Coca-Cola Co., long criticized by environmental advocates for producing billions of plastic bottles that end up in landfills and oceans, said it wants to collect and recycle the equivalent of all the packaging it puts out into the world by 2030.

The goal is part of a sustainability initiative announced by the soda company called “World Without Waste.” Coca-Cola said Friday that its efforts will include investing in more efficient packaging, local recycling programs and consumer education. It declined to say how much it will spend as part of the effort.

Read the full article on Coca-Cola’s commitment here.

By Cara Lombardo for The Wall Street Journal.

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Cyprus struggles to manage waste as tourist numbers soar

Categories: Europe, Planet, Recommended Reading
Comments Off on Cyprus struggles to manage waste as tourist numbers soar

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Tourists on a crowded, sun-drenched beach in the Cypriot resort of Ayia Napa tossed drinks cans into recycling bins as a record-breaking holiday season drew to a close.

With more visitors heading to Cyprus than ever, the Mediterranean island’s waste disposal system is under pressure, despite efforts to cut landfill use and encourage recycling, waste management and tourism, experts say.

Panicos Michael, manager of the five-star Alion Beach Hotel in Ayia Napa, said the rising number of visitors raised major issues. “I think that this will be a big challenge for the island in general to cope with the increased amount of waste that’s going to be produced,” he said.

Cyprus — seen as a regional safe spot shielded from the unrest that has hit other popular Mediterranean destinations — hosted a record 3.2 million visitors last year and looks set to top that by eight percent in 2017, official figures show.

Read the full article on the problematic waste situation on Cyprus here.

By unknown author for AFP.

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As the tourist industry is looking for new attractions, and with tourists’ growing awareness of environmental issues of tourists, new kind of attractions are popping up: landfills and cleantech facilities.

Hiriya -Turning Landfills and Cleantech Facilities into a Tourist AttractionA few places around the world have transformed former landfills into nature parks. The Hiriya Center for Environmental Education in Israel, for example, attracts domestic and international tourists as well as professional visitors. Another example is the former landfill in Hangzhou, China, where tourists can visit its trash-to-gas power plant, play environmental video games, and hike in an eco-park the size of 10 football fields.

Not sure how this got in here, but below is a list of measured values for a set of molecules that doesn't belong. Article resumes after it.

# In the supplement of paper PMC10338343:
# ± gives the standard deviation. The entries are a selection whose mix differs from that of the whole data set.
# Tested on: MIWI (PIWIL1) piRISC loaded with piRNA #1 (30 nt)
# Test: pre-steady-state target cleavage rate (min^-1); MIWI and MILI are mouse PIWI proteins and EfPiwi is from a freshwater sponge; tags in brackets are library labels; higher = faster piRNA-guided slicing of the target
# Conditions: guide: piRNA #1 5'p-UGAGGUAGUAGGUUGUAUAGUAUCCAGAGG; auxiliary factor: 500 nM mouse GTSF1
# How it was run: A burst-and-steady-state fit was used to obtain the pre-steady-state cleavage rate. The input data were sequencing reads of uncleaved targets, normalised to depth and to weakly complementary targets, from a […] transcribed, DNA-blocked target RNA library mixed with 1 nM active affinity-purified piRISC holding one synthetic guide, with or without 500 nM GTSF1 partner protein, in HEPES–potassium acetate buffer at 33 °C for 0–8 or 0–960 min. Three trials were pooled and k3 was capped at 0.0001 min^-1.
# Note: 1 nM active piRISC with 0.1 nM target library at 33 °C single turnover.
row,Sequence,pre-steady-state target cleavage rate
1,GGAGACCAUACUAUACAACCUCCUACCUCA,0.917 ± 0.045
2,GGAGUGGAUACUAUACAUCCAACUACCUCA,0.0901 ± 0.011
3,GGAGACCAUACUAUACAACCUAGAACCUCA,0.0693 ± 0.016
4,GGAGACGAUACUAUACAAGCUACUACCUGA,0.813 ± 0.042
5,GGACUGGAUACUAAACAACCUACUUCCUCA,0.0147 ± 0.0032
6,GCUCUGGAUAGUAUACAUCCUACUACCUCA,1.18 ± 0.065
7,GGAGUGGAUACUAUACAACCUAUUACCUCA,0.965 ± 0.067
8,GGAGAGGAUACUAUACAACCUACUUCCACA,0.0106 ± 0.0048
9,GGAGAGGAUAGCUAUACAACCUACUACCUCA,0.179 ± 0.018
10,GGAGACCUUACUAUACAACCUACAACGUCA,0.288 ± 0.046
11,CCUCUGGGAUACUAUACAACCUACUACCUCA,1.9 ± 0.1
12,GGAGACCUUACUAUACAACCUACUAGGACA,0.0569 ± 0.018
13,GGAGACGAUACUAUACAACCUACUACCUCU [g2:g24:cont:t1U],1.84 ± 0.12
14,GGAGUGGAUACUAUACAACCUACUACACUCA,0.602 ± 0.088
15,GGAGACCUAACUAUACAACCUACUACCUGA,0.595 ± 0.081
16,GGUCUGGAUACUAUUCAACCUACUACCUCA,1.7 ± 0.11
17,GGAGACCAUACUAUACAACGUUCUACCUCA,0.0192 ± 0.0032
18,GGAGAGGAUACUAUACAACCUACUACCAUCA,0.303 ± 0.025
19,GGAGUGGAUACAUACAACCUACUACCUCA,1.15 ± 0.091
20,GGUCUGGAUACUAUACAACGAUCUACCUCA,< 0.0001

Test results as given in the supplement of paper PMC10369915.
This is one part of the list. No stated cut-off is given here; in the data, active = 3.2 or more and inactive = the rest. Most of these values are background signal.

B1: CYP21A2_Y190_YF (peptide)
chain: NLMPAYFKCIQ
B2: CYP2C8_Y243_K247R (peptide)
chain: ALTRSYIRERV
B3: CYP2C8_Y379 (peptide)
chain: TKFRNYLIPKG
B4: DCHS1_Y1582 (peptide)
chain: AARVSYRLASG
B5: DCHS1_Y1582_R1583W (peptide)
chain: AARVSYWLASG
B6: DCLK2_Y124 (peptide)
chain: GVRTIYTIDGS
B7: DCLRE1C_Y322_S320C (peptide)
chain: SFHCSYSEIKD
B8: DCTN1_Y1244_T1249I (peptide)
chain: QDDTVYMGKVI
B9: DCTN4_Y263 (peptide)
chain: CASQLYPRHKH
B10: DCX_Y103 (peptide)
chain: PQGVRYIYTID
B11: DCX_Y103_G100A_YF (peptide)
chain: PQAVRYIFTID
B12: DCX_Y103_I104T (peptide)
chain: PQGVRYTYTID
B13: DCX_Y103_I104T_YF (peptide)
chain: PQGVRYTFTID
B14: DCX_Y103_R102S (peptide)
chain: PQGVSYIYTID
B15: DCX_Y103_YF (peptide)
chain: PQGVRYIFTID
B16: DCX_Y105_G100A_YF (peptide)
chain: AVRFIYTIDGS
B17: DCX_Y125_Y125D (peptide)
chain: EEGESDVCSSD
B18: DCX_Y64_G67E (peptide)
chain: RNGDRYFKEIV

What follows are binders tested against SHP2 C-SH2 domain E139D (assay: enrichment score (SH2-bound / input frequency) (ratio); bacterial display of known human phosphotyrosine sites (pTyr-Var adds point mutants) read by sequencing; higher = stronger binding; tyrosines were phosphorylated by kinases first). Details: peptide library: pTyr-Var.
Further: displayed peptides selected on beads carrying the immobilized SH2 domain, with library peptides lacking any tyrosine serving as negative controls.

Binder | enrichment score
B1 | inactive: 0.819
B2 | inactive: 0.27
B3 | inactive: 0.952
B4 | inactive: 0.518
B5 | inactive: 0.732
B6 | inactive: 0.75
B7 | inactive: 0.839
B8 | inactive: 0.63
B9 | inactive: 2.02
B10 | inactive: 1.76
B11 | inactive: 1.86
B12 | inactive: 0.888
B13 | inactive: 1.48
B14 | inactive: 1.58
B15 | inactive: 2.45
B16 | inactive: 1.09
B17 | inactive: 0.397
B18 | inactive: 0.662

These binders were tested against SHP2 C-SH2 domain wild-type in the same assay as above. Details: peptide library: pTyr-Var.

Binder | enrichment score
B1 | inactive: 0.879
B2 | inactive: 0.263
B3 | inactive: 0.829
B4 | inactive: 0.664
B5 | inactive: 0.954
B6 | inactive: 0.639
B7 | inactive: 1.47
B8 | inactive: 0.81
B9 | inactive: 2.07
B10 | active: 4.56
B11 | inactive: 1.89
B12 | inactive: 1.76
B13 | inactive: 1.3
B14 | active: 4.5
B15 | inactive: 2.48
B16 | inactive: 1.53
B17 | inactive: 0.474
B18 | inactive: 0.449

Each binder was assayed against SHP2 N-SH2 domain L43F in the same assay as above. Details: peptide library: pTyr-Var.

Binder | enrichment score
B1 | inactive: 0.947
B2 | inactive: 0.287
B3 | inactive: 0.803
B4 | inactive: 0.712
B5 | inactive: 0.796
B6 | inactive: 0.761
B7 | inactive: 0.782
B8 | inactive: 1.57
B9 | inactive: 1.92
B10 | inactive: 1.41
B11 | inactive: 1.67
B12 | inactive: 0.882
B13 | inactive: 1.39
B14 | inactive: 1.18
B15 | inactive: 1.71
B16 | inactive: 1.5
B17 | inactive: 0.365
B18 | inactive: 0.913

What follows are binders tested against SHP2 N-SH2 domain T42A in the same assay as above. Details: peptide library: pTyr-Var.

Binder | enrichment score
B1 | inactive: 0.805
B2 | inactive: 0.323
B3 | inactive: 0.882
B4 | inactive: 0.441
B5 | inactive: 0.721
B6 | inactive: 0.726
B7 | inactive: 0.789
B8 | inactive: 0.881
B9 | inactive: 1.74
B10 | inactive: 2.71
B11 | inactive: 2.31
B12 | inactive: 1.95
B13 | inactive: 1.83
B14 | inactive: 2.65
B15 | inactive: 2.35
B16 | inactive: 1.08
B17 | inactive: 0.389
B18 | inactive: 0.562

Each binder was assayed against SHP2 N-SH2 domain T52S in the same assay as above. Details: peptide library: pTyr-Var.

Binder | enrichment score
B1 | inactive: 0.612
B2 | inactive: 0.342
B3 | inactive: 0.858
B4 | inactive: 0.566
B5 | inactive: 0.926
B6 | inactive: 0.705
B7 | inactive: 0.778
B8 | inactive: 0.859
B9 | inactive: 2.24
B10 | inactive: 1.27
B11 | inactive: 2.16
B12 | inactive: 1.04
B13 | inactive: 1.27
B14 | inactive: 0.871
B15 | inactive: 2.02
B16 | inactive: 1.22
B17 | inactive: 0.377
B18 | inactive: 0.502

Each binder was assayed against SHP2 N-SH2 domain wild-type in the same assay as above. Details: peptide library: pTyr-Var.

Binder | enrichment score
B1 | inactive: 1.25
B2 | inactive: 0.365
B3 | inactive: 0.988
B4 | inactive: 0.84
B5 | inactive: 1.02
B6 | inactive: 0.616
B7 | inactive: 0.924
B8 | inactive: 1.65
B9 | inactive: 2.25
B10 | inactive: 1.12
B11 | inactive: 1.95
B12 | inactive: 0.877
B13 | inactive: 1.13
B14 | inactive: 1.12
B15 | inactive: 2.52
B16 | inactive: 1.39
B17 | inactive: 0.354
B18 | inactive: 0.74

Cleantech facilities also serve as a tourist attraction that educate and offer experiential activities. The Solar Garden in Binyamina, Israel, is one such an educational initiative designed to promote awareness and use of green energy sources and environmental technologies (CleanTech) amongst the Israeli public. It was intentionally built in a place easily accessible with public transportation.

Another example is the Singapore National Water Agency’s NEWater Visitor Centre that promises a fun-filled and enriching time for all its guests with its free daily tours and educational workshops. There, one can learn of the water treatment and water planning of technological Singapore.

One particularly innovative attraction is the Pool+ project in Manhattan, which will be a floating pool in the Hudson River that would filter the river’s water through the pool walls, making it possible for New Yorkers and visitors to swim in clean river water, with pool fees helping to clean the river. This unique pool is thus a water filtration plant and a visitor attraction.

So what can you do? In addition to visiting and spreading the word about such attractions, if you have cleantech facilities in your hotel/lodge, share this information with the guests and make it an educational experience for them.

Remember to share it with us, too!